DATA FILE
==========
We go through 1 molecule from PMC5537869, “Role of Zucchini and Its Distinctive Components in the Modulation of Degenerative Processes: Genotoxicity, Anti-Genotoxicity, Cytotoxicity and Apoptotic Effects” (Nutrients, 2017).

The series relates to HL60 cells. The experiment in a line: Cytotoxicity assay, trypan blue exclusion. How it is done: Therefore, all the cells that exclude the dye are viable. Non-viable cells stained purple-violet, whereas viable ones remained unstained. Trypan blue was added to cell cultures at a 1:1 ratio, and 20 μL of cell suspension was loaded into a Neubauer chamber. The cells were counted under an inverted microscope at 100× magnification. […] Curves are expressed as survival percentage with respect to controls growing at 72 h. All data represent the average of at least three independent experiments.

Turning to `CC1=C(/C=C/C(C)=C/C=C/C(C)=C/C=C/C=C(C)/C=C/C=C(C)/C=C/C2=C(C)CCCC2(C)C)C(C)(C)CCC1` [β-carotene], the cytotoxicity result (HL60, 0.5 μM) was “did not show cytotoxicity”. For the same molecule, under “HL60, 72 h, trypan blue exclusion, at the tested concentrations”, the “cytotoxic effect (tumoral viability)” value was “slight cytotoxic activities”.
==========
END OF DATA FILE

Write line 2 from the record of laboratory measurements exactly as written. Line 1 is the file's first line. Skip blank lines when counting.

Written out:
The series relates to HL60 cells. The experiment in a line: Cytotoxicity assay, trypan blue exclusion. How it is done: Therefore, all the cells that exclude the dye are viable. Non-viable cells stained purple-violet, whereas viable ones remained unstained. Trypan blue was added to cell cultures at a 1:1 ratio, and 20 μL of cell suspension was loaded into a Neubauer chamber. The cells were counted under an inverted microscope at 100× magnification. […] Curves are expressed as survival percentage with respect to controls growing at 72 h. All data represent the average of at least three independent experiments.